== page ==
I met with Paul McIntosh in the early spring of 2011 to discuss the possibility of designing and printing a poetry book––The Ringing Ear––for his school, Wadleigh Secondary School. We met and discussed what he envisioned with Vanguard’s Graphic Production Supervisor, Antonio Lopez. We worked diligently through the spring and summer to create a book the students and community members would be proud of. This project was being funded by a grant from the New York City Council, Office of Inez E. Dickens. The expectations were high.
After several rounds of revisions, we were finally able to get something that was print-ready. Paul was kind enough to include a special thank-you to both Antonio and me for helping to get this book printed. We ran 200 copies digitally. The final product looked beautiful and exceeded all expectations. Antonio and I were invited to their special “publishing party.” We travelled up to the Harlem to the Adam Clayton Powell State Office Building on 163 West 125th Street. When we got there, Paul excitedly greeted us and requested that I speak, much to my surprise. We entered the small auditorium, helped ourselves to the refreshments, and watched the activities in the room from a back corner. The community leaders, teachers, family members, and students were excitedly buzzing around the room. I noticed in front of us a beautiful young woman in red glasses, happily chatting to an elderly woman. A call to order, and the young woman joined her fellow students in the front two rows. Community leaders, teachers, Paul, and then I spoke. I talked about the process but focused on congratulating the students on their achievements and saying what an honor it was to help them and be invited to their event. The students all took turns reading their poems. Some of the poems were rapped, some rhythmically spoken, and some just simply read. Even a parent and a teacher were represented in the book. It was amazing to hear them spoken after just reading them for so long. I was so impressed with the beauty and excitement they all displayed with their readings.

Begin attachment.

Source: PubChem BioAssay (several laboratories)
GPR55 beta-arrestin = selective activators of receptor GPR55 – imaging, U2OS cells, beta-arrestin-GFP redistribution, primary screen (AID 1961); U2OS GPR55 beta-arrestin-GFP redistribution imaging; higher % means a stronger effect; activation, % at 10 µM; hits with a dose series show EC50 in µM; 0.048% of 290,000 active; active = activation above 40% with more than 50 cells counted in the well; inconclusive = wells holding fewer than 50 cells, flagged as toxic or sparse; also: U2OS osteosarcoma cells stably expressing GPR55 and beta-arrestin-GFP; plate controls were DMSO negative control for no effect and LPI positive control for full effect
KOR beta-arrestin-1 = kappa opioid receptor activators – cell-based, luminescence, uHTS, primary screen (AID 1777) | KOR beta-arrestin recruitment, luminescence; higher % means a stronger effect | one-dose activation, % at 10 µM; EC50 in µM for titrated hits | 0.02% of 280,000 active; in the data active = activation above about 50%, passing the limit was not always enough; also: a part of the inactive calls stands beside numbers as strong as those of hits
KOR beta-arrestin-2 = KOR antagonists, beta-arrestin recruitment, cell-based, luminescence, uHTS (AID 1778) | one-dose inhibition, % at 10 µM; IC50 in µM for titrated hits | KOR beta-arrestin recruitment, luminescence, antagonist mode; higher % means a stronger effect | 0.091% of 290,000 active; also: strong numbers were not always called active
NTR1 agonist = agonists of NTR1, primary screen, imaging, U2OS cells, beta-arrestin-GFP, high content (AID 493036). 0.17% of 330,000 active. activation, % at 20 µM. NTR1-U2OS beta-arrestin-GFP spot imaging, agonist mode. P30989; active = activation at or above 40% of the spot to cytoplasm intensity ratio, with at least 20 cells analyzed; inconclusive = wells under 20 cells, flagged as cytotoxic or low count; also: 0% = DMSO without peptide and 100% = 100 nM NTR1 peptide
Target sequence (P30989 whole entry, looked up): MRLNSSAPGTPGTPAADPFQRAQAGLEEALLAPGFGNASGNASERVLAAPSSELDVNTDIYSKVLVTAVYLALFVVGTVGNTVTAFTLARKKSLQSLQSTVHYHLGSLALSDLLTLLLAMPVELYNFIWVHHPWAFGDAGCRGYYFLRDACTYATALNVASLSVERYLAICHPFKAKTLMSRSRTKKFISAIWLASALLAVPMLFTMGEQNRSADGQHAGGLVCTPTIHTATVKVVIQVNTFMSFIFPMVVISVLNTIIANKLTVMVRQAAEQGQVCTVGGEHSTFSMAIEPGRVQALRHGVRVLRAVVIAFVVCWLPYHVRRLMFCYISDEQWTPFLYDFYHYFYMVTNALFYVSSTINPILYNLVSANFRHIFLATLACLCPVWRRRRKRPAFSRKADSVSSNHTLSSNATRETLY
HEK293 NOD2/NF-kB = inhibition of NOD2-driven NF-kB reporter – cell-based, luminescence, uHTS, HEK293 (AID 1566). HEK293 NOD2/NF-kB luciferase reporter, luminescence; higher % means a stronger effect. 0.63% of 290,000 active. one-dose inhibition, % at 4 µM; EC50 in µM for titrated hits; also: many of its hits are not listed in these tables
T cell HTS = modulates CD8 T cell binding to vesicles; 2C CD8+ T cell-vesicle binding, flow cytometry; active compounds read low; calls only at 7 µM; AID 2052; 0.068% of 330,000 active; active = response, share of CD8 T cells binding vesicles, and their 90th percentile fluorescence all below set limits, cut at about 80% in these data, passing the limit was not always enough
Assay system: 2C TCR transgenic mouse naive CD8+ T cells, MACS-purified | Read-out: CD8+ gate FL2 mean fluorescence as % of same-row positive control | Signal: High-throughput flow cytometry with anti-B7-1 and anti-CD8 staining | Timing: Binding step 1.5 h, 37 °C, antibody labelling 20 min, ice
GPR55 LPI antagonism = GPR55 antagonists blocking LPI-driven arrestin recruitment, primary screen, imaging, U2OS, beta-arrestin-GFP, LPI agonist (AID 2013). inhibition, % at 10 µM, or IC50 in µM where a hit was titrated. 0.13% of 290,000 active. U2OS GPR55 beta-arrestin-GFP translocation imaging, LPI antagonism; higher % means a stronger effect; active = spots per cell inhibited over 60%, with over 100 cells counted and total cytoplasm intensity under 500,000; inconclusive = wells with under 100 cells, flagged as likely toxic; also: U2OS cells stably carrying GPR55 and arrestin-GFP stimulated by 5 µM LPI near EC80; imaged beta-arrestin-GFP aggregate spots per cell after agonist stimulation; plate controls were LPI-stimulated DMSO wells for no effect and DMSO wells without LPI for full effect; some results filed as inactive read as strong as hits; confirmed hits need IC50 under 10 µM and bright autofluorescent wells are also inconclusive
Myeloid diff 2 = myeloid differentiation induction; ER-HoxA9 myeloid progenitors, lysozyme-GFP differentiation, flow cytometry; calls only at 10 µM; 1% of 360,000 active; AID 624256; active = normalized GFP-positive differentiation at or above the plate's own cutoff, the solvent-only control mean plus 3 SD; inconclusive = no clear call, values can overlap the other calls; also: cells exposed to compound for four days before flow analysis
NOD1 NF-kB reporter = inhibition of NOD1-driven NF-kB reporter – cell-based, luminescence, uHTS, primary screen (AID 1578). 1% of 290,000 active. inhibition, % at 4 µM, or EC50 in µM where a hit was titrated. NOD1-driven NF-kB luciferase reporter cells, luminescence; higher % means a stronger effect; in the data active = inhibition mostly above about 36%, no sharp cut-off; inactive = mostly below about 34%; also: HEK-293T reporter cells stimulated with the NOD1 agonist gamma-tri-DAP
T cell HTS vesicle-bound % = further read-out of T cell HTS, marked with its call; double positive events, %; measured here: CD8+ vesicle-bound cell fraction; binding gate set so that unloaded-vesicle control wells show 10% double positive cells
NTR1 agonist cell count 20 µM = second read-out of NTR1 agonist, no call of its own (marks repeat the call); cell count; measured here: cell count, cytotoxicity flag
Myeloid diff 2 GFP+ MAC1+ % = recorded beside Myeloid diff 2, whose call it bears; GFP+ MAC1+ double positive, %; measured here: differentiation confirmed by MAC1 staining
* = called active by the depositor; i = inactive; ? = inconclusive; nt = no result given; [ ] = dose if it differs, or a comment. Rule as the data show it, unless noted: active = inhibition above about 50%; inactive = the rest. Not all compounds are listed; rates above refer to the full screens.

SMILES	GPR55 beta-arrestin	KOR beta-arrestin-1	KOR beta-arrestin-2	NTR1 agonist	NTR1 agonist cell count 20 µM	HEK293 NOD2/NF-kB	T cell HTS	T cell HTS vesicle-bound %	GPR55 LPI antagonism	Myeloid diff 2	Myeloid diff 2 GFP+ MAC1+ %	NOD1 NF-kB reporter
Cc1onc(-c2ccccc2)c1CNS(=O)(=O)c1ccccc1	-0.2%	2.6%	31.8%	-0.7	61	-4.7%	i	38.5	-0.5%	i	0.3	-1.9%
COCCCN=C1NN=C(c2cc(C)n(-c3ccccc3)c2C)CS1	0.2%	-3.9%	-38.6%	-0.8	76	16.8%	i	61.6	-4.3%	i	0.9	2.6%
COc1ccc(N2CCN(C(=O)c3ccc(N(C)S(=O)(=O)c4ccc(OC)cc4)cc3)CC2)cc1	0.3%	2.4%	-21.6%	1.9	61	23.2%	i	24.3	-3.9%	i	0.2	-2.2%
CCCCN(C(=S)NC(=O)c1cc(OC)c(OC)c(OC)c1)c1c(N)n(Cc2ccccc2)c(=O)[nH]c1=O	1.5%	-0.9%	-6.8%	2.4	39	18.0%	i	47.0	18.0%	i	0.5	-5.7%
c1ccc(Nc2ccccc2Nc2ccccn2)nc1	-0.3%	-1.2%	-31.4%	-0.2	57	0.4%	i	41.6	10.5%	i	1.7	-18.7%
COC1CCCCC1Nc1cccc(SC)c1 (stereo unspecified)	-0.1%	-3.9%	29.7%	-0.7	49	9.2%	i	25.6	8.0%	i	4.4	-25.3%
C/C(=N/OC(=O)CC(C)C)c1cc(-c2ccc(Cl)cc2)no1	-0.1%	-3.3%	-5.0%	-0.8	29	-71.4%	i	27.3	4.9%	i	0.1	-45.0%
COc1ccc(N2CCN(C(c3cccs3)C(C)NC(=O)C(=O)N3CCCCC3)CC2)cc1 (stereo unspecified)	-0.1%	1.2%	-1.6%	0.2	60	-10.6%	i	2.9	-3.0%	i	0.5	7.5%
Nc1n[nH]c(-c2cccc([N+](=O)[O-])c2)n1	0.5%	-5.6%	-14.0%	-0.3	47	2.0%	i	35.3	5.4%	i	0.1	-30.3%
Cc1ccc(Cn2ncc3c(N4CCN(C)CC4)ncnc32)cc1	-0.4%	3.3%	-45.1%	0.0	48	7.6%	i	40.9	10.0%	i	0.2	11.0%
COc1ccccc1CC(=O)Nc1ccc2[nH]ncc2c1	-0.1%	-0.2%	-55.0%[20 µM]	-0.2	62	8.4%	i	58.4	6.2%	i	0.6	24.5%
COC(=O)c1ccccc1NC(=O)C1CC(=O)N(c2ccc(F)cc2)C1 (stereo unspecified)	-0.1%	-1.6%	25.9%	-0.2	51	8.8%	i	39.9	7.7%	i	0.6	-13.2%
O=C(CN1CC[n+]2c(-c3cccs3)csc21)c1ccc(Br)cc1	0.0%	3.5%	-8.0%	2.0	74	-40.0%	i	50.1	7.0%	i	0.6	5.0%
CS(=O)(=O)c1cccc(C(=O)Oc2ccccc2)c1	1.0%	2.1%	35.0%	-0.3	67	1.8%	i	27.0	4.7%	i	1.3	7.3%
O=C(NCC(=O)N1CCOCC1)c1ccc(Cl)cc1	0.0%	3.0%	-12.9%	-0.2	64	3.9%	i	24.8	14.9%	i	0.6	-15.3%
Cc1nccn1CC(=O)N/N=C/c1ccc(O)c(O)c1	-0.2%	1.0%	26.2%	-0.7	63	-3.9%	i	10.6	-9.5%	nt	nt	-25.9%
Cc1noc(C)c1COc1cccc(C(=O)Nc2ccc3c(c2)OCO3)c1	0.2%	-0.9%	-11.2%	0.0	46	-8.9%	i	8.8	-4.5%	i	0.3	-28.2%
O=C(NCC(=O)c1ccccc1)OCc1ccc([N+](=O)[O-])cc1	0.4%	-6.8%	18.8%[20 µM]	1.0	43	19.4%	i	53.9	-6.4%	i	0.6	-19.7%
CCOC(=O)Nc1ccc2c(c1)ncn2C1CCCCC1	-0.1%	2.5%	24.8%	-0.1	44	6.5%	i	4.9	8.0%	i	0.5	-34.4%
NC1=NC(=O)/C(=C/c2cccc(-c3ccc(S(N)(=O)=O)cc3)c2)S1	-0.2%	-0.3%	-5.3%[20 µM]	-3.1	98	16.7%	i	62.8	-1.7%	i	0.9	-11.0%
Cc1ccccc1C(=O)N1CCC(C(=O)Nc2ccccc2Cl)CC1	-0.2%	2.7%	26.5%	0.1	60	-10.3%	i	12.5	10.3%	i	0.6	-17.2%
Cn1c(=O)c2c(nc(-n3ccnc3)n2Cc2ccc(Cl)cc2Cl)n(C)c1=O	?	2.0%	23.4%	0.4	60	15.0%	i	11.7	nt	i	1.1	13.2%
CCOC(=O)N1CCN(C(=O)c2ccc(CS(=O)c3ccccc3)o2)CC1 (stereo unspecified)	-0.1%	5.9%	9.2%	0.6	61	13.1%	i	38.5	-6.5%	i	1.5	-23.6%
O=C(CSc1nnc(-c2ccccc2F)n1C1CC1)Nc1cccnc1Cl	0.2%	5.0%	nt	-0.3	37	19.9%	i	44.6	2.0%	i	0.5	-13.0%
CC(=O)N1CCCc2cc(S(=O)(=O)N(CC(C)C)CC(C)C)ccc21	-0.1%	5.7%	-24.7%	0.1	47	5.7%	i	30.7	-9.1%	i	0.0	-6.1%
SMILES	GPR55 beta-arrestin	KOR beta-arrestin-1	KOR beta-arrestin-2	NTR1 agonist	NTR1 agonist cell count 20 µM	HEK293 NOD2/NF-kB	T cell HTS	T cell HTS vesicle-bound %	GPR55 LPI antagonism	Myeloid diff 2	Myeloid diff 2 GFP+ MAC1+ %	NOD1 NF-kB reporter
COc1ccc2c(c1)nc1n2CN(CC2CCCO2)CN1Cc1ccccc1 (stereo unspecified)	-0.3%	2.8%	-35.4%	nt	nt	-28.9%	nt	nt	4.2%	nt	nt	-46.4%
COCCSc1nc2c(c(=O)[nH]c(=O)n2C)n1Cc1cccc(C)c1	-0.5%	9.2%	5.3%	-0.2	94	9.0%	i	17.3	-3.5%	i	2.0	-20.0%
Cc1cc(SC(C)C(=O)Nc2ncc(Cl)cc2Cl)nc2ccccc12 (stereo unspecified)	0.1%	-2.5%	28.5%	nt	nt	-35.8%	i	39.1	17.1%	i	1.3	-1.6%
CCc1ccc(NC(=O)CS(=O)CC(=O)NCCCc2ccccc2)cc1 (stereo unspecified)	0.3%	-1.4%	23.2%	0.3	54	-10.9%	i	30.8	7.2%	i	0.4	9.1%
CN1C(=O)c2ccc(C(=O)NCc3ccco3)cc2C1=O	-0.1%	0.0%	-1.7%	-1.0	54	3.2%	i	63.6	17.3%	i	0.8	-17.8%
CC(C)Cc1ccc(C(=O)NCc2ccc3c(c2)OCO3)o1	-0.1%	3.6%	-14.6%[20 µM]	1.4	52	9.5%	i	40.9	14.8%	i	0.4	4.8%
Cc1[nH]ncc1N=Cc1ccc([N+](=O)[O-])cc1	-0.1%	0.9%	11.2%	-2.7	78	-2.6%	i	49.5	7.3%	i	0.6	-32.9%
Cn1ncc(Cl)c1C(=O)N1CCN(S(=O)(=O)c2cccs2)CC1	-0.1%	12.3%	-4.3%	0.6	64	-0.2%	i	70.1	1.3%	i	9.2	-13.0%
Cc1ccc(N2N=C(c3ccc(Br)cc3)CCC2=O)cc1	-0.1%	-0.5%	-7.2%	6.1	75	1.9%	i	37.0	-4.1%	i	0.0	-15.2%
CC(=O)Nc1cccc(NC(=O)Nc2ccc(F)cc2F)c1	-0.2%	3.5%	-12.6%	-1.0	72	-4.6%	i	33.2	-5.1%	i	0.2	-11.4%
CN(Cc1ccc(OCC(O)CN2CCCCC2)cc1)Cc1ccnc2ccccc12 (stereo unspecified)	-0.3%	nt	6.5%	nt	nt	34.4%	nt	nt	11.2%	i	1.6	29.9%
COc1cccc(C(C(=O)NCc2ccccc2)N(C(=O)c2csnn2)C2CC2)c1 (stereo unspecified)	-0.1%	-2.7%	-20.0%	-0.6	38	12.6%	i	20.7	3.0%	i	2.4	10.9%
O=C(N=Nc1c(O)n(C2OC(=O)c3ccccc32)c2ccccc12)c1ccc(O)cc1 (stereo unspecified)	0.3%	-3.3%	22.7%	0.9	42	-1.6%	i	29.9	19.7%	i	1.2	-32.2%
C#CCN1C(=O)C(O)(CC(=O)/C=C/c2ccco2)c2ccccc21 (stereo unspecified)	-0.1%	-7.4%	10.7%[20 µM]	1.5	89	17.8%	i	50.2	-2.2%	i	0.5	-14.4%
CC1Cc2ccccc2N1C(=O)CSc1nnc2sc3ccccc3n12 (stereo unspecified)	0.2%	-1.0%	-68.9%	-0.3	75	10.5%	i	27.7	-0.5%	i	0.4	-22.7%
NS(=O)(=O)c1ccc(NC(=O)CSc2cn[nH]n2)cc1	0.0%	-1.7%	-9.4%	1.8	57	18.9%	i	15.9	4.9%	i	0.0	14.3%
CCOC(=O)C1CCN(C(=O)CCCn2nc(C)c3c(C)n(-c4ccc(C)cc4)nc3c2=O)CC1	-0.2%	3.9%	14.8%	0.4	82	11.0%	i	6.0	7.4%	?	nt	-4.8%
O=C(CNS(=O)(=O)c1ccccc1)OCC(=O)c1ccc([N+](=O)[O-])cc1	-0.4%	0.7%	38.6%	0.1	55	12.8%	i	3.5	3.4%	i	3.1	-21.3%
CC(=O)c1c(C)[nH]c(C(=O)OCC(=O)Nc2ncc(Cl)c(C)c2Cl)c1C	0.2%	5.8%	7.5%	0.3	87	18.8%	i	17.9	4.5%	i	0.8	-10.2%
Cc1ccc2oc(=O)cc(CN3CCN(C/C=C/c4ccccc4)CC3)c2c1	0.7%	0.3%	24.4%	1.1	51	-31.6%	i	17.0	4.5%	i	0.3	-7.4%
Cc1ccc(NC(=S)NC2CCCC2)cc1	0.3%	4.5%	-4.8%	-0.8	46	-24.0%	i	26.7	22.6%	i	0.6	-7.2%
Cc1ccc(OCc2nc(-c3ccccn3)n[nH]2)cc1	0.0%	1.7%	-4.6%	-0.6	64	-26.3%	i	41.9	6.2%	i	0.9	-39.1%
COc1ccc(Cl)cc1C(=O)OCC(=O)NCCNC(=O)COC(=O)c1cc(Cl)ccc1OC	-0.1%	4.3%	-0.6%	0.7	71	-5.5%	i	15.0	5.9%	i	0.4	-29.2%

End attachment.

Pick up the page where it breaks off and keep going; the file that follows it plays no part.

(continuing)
Finally, Miss Red Glasses got up and started to rhythmically read her poem about a cancer survivor. The woman in front of me started to sob. I reached out, with tears in my eyes, to say her daughter was doing a great job. She turned to me and said, “ That’s my granddaughter, and I raised her. I didn’t even know she wrote a poem about me.” I was really teary by then. It was so touching. Her son and grandson joined her, and she turned and introduced them to me. The event concluded on such a high note––everyone was just thrilled with the book, and the students were even autographing their poems!
We learned that creating and printing a project––something we do every day and take for granted––can have such an impact on the end users. For me, this project was deeply personal after attending the reading. It had a voice and meant something more than ink on paper to a small group of people. I happily watched it come to full bloom. It was a celebration for everyone, and we are excitedly anticipating the start of the new Ringing Ear 2012. We certainly have a tough act to follow!
Author: Diane Waldman